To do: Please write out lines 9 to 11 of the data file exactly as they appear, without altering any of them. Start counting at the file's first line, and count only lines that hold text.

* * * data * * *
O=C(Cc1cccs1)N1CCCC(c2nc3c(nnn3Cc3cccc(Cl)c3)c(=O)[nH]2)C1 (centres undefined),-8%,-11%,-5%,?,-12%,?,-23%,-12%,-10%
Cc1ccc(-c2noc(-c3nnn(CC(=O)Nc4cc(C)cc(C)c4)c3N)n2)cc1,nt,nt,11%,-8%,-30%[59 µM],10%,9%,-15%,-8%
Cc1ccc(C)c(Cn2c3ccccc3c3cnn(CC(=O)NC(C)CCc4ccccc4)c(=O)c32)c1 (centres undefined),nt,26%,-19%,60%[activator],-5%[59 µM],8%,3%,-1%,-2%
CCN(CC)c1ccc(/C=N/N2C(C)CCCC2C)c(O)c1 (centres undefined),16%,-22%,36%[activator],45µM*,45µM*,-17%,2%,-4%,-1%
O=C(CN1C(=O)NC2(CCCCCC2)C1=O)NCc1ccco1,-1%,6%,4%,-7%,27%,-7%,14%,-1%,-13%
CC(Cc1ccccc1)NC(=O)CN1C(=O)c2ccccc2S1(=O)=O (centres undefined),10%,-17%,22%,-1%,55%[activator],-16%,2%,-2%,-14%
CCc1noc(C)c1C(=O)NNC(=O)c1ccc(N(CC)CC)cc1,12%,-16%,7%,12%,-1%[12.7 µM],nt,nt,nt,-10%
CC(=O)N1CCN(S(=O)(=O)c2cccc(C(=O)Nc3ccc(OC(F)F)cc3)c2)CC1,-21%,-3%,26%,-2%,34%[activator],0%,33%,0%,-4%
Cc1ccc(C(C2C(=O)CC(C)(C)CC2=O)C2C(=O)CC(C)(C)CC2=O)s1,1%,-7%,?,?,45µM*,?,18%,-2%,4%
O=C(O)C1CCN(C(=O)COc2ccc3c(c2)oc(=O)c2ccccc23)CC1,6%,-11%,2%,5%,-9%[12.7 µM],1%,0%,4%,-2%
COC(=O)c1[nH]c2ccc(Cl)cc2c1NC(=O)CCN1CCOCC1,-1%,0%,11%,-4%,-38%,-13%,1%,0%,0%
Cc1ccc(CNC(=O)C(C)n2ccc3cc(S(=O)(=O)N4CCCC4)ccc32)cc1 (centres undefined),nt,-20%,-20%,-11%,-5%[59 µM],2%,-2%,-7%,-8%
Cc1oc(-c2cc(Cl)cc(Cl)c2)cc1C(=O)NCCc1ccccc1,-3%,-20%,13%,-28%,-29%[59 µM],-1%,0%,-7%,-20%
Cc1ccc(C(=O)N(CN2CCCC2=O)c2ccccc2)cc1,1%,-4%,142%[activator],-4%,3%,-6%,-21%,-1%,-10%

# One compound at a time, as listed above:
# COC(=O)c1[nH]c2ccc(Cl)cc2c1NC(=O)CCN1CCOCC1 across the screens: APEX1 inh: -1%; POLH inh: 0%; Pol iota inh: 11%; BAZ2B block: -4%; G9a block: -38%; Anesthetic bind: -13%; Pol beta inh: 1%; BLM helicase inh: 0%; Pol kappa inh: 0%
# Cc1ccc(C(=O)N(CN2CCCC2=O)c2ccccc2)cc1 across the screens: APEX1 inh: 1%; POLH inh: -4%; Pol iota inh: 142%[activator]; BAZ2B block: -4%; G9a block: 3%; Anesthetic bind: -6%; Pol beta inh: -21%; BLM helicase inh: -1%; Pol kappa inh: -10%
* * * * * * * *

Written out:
Cc1ccc(C(C2C(=O)CC(C)(C)CC2=O)C2C(=O)CC(C)(C)CC2=O)s1,1%,-7%,?,?,45µM*,?,18%,-2%,4%
O=C(O)C1CCN(C(=O)COc2ccc3c(c2)oc(=O)c2ccccc23)CC1,6%,-11%,2%,5%,-9%[12.7 µM],1%,0%,4%,-2%
COC(=O)c1[nH]c2ccc(Cl)cc2c1NC(=O)CCN1CCOCC1,-1%,0%,11%,-4%,-38%,-13%,1%,0%,0%